What are your goals for the team in 2023? 

I’m hoping that those who I’ve placed in the past will referral their connections to me or reach back out when they’re ready for a new challenge. It’s a sense of self-fulfillment. It makes me feel as though I’ve truly cultivated a strong and comfortable relationship with my candidate, which as recruiters, is your one of your biggest goals. I want to make sure I’m making connections with people who will remember my name and the impression I’ve made on them. When I was at Penn State, I was involved in a lot of leadership programs/roles and received the Eric A. and Josephine S. Walker Award. My involvement taught me how to be a true leader and that it’s about the little things that make positive impressions on the people around me.

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Tech Writers Code In English

There’s a tech job that pays well, is growing fast and is in such demand that it’s taking employers weeks to fill an opening.

And it typically doesn’t require knowing any language besides English.

With the number of devices and applications mushrooming and their capabilities increasing just as rapidly, explaining to users how to make everything work is the job of technical writers. “They’re vital players when the time comes for a company or team to communicate its work to the rest of the world,” writes Nick Kolakowski on the Dice.com blog.

Instruction manuals are how most of us come in contact with the work of technical writers. Some technical writers specialize in writing these consumer focused materials; most write them along with handling other documentation tasks.

It may seem simple enough to describe the features of a new smartphone, but as the Dice article points out, “If the technical writer screws up, it could result in an extremely frustrated customer base — which reflects badly on the company.”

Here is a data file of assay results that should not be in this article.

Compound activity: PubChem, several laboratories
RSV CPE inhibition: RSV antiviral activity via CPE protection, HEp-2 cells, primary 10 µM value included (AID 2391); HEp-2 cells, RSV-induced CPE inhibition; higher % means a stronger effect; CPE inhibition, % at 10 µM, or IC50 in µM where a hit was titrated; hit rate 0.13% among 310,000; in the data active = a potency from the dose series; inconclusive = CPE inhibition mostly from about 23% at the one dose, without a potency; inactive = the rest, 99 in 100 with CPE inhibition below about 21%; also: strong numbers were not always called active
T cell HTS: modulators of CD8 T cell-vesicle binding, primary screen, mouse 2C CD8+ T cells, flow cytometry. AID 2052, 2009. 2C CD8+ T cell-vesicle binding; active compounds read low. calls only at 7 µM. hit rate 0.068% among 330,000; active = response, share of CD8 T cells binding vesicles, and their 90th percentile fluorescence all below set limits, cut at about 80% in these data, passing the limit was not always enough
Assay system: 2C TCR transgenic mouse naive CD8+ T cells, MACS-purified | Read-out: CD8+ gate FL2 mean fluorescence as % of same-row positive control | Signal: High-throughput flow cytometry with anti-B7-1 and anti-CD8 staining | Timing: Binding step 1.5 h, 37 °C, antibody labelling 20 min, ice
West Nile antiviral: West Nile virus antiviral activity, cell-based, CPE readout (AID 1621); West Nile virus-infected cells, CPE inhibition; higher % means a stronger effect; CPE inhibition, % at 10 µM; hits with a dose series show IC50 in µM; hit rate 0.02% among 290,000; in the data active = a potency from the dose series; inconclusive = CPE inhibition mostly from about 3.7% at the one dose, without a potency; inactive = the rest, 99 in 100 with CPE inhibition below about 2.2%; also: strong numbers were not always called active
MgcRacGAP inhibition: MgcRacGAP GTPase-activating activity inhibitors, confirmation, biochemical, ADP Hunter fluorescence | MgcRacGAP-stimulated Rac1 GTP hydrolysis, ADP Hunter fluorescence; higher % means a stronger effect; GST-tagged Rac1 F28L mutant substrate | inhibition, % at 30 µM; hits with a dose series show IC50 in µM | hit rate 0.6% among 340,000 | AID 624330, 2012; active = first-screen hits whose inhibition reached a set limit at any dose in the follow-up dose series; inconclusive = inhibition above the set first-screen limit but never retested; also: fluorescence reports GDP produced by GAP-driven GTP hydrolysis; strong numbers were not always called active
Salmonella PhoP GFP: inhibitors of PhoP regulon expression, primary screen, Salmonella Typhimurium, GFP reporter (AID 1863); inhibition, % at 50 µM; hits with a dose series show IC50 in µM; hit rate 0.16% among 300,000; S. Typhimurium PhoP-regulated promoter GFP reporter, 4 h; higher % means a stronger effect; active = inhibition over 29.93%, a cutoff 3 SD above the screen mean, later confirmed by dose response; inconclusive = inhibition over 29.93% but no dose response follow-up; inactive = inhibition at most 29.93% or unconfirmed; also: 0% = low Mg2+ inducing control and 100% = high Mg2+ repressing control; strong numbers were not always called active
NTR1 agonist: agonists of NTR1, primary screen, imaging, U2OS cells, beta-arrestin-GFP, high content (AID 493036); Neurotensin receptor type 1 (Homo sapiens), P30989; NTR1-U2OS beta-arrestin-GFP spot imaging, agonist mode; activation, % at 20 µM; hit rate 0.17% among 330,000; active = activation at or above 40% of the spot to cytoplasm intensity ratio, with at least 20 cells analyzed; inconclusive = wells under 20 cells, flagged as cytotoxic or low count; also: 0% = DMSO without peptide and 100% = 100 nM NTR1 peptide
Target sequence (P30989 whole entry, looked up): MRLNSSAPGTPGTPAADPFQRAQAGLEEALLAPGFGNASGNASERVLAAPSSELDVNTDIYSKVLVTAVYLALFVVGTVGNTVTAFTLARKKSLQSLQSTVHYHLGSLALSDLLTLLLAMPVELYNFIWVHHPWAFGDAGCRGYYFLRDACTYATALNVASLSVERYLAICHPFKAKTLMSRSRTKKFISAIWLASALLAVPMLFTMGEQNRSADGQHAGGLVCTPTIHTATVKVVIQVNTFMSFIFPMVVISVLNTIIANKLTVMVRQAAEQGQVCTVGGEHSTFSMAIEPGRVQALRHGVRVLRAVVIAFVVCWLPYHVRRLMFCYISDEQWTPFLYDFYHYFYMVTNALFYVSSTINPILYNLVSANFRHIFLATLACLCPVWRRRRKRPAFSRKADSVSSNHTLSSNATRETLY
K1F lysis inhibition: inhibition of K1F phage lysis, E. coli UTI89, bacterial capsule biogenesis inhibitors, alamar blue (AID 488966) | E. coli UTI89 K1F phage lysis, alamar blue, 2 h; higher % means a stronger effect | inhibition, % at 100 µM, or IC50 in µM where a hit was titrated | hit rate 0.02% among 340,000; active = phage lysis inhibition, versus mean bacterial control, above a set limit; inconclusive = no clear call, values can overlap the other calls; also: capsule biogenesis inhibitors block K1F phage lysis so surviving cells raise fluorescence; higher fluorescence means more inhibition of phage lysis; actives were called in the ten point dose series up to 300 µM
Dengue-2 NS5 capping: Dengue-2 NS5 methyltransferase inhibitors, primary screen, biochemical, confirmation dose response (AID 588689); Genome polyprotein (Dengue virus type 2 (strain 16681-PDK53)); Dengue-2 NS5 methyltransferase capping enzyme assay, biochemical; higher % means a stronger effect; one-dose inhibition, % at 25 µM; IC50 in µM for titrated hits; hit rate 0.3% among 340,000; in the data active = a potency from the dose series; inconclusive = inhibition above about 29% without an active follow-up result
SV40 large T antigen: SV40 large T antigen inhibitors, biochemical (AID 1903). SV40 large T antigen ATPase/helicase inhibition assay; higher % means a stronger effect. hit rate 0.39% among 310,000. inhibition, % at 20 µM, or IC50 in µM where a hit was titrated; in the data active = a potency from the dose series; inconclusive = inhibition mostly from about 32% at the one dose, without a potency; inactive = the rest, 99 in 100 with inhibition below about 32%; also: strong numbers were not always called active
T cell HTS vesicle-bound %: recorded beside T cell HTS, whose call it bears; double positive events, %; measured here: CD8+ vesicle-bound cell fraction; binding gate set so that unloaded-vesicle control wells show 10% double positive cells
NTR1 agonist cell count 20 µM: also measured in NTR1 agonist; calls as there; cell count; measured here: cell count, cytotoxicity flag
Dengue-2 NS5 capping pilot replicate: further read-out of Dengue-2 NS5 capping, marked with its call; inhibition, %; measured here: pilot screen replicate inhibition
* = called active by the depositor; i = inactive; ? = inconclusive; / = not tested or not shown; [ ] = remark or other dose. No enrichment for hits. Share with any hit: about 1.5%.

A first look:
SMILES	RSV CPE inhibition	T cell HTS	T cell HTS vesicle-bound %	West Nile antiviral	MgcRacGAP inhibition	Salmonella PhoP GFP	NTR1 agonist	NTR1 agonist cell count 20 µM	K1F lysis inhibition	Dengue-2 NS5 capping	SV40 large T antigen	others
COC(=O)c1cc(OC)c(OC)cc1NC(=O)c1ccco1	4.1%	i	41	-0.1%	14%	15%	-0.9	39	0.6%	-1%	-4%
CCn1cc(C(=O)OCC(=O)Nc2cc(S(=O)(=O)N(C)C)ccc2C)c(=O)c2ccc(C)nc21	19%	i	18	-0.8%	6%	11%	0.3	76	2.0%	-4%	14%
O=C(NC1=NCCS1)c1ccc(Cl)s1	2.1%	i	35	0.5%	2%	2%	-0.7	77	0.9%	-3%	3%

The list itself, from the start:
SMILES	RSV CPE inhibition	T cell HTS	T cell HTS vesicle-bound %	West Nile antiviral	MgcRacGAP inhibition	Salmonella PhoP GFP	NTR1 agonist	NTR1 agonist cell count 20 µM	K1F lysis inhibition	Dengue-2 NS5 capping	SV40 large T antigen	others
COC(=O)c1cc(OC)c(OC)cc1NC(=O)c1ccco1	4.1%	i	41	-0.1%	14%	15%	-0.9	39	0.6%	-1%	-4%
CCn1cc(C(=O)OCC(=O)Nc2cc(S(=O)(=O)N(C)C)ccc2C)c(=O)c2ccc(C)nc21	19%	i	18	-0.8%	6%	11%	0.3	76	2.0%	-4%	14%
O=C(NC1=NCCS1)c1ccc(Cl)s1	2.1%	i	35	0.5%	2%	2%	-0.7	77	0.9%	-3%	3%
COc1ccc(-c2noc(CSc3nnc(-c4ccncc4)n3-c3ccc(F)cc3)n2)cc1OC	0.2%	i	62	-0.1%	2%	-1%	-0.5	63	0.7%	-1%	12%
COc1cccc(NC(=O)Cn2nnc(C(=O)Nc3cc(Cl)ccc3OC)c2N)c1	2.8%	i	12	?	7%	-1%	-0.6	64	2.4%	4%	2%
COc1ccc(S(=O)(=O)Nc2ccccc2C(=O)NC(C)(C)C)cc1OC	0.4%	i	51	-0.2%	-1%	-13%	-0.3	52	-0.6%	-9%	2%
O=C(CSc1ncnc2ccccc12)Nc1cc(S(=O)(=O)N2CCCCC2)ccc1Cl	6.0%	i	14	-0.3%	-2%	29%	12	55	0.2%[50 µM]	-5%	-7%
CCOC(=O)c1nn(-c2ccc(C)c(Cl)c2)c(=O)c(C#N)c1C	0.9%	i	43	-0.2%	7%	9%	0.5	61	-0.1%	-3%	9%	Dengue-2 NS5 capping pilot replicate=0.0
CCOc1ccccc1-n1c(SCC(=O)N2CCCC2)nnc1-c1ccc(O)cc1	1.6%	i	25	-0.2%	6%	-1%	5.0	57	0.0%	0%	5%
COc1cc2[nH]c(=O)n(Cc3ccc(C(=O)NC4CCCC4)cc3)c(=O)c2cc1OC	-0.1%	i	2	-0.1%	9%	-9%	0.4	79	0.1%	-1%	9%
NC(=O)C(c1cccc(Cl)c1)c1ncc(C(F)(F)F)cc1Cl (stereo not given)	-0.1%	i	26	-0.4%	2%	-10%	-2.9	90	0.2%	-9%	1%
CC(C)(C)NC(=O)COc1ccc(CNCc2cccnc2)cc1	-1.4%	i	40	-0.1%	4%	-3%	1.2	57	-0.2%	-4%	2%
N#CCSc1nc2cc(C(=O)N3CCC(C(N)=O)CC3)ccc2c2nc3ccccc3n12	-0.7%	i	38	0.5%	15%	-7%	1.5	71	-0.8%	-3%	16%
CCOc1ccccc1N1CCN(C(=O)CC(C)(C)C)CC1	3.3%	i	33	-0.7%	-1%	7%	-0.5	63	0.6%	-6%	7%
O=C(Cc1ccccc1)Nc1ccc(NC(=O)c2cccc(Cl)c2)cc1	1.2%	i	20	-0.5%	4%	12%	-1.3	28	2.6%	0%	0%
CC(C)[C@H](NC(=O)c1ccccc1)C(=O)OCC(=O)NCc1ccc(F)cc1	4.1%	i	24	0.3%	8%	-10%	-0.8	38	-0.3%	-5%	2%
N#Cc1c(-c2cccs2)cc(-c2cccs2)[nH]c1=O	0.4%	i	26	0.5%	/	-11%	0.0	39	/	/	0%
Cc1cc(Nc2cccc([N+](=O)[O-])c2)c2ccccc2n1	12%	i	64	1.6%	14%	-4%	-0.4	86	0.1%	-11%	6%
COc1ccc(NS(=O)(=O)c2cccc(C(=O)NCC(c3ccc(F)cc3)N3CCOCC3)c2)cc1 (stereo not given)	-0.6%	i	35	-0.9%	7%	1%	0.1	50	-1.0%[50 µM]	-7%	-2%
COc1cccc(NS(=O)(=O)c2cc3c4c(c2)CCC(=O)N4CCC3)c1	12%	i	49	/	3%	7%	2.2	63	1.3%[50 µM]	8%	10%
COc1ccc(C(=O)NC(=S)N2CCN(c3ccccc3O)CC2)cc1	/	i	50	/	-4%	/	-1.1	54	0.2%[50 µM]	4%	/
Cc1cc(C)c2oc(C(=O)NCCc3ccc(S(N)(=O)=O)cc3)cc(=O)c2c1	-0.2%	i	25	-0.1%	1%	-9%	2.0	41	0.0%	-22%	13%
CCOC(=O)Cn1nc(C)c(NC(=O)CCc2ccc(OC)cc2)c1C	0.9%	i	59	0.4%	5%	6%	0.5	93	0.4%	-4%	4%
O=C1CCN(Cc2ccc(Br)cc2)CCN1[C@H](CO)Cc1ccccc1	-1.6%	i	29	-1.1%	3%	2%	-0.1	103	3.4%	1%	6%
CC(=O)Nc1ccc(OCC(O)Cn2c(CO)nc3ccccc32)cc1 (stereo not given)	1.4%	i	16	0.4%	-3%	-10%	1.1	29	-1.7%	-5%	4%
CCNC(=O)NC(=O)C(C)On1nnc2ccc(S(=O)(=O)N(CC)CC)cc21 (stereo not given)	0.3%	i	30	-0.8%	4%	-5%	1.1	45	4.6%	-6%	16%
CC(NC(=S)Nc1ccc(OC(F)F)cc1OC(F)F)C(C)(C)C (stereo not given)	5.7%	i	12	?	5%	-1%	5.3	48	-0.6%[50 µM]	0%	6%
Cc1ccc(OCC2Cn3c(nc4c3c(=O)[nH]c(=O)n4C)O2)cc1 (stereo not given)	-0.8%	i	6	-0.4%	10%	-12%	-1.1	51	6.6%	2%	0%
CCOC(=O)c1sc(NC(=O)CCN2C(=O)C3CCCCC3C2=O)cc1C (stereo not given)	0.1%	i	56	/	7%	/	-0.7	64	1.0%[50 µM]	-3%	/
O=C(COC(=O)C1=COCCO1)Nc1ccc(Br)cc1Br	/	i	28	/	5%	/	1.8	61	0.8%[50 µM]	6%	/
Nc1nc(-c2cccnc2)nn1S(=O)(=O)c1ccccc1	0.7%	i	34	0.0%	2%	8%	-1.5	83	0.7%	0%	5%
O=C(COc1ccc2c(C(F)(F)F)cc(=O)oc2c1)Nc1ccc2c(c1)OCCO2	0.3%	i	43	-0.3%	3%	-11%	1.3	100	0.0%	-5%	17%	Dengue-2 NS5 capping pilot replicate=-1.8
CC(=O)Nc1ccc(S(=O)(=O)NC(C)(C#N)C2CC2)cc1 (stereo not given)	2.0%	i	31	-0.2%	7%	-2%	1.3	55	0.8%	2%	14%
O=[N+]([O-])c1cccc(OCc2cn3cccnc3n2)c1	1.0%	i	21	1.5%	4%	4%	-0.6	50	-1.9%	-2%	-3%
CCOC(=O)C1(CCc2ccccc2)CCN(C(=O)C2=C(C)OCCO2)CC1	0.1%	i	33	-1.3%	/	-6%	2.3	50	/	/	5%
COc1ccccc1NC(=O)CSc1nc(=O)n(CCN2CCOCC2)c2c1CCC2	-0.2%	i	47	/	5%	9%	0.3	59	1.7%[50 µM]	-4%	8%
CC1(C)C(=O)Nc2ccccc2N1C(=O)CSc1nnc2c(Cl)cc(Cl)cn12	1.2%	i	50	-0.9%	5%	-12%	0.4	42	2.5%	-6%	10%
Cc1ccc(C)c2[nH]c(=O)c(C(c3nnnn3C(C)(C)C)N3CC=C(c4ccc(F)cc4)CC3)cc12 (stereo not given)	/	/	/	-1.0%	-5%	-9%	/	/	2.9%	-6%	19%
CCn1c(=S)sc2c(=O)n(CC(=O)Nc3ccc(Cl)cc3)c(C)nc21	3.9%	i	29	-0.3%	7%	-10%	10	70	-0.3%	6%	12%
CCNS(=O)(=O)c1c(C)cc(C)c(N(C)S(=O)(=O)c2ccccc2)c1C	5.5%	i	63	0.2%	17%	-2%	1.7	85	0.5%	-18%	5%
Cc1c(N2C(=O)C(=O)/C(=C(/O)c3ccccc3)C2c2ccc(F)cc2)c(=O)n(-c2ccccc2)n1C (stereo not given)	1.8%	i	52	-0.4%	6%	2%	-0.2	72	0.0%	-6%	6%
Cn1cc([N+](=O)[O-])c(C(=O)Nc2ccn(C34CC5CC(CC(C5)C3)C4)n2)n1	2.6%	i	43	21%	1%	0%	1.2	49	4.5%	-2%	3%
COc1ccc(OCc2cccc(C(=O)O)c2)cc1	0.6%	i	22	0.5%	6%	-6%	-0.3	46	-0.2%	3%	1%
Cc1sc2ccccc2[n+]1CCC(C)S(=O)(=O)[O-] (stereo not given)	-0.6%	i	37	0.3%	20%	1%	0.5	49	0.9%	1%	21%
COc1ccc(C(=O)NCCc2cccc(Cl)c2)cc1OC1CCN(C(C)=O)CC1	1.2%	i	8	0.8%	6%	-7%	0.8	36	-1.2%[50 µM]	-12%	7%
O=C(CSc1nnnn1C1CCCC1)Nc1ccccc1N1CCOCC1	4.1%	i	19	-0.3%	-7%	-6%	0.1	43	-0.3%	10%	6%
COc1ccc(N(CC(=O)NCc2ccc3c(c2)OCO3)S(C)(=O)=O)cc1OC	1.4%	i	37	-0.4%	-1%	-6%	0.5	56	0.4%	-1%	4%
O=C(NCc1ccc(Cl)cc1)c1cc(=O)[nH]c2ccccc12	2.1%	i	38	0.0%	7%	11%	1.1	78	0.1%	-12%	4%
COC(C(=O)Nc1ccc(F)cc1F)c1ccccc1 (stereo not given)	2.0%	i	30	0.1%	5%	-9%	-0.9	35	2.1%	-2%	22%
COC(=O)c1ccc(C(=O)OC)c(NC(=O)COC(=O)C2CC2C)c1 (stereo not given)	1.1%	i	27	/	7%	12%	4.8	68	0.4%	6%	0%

Many technical writers have a broad range of responsibilities that in the tech industry itself may include maintaining internal documentation of software fixes and new features. Often, the technical writer will work directly with an engineering team, becoming involved early in the product cycle to develop the deep understanding they’ll need to clearly explain complex features. This is especially true for those tech writers whose documentation will be used by IT professionals and engineers.

Simon Dew, a technical writer with an international firm that sells a database platform, says he writes for a technical audience because the users are database managers and developers.

It may not be a job requirement to know how to code – though there are writing jobs requiring a computer science background – all writers must be good at asking questions, be detail-oriented, understand technical concepts and write clearly.

Jacklyn Carroll, a technical writer who was an undergraduate English major who went on to earn a Master’s in professional and technical writing, says, “Any tech writer would be able to tell you that our job includes a lot more than just documentation. We have to communicate with people across multiple departments, write for a variety of audiences, and many of us have to understand programming or code at the same level as software developers.”

As a result, starting salaries can be as high as $70,000, according to Dice.com. The average for those writers with up to 2 years’ experience is $60,000. With more experience and skills, technical writers at the top can earn into six figures.

Photo by Andrew Neel